In 1830, approximately 50% of Greece’s total area was covered by forests while today forest lands have been diminished to less than 18%. Wildland fires always constituted the most serious threat for the Greek forests. Although the coastal forests of Pinus halepensis and Pinus brutia and the degraded natural ecosystems of evergreen sclerophyl brush (maquis vegetation) are well adapted to fire, nevertheless, frequent and repeated fires and subsequent overgrazing denude the land from the vegetation cover, thus exposing it to the intense autumn rains which cause soil depletion and erosion, the main impediments to restoration of prefire vegetation.
During the decade 1960-69, 7,240 fires burned 123,779 ha of forest land. In the next decade (1970-79), although the total number of fires remained the same (7,354), however, the total area burned was almost doubled (203,790 ha). In the last decade (1980-89) there occurred almost twice as many fires (12,635) and total area burned (524,167 ha) than in the previous two decades. The average fire size increased from 17 ha in the 60’s to 20 ha in the 70’s and to 39 ha in the 80’s. This is particularly disappointing since from 1974 the Greek Forest Service was equipped with the state-of-the-art means of forest firefighting, including firefighting aircraft. Presently, Greece has 13 CL-215, 24 PZL-M18, and 3 C-130 forest firefighting aircraft, a fleet which is comparable to other European country’s aerial suppression capabilities. Fire presupression expenditures boosted from 11 million drachmas in 1970 to 4 billion drachmas in 1990 (a ratio of 1:400).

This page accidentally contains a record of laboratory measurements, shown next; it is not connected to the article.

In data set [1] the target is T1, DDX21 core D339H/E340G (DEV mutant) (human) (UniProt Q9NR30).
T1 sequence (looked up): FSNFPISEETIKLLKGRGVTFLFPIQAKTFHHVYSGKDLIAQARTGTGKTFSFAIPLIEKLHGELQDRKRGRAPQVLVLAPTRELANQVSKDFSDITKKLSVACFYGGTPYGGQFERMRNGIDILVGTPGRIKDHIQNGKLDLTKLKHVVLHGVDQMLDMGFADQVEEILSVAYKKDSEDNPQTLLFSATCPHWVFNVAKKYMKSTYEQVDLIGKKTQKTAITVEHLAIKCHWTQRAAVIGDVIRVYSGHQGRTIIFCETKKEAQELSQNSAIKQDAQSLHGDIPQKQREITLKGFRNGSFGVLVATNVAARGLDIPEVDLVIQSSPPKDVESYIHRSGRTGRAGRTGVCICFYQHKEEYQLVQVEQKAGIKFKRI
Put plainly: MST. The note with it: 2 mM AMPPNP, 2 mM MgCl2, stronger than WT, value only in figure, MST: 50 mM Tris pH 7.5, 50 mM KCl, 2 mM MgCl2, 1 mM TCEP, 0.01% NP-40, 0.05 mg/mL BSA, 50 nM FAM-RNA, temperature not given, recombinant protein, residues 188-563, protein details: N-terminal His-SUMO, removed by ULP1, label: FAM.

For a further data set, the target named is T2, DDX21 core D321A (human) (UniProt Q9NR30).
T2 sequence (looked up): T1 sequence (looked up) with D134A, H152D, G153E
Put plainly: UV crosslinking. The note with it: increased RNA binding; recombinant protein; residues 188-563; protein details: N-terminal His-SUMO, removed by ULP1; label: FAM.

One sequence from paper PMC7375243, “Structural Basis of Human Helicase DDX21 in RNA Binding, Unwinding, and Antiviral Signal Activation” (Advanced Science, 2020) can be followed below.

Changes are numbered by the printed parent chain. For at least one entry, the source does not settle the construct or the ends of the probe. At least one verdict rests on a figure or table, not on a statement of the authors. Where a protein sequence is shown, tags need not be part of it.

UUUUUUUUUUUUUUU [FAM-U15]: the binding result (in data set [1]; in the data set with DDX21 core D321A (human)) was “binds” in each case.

This could be explained by a close look to the fire causes: Only 3% of the total number of fires which occur in Greece are due to natural causes, 29% of the fires are documented due to arson, 30% are caused by negligence, while 38% are attributed to unknown causes. Considering that a great proportion of the “unknown” fires can be attributed to arson, it is safe to assume that over half the total number of fires that occur in Greece are due to arsonists. Most of the large fires are identified as arsons (in Greece, only 5% of the total number of fires are responsible for the 70% of the total area burned). Since Greece lacks nationwide land ownership and utilization maps, many of the burned forest lands are subsequently misappropriated and occupied by the arsonists and converted to agricultural or grazing land or used for housing construction development. It is characteristic that most cases of arson occur in coastal forests at areas of high population density, increased land value, and touristically popular during the summer. Revenge, political unrest, and pasture improvement are also causes of arson in Greece. Due to the nature of the arsonists motives, strict legislation and a series of socio-economic measures (including the creation of land utilization and ownership maps nationwide) could be most efficient in drastically eliminating the forest fire problem in Greece.
From: Alexander P. Dimitrakopoulos Address: Department of Environmental Sciences University of the Aegean Mytilini, Greece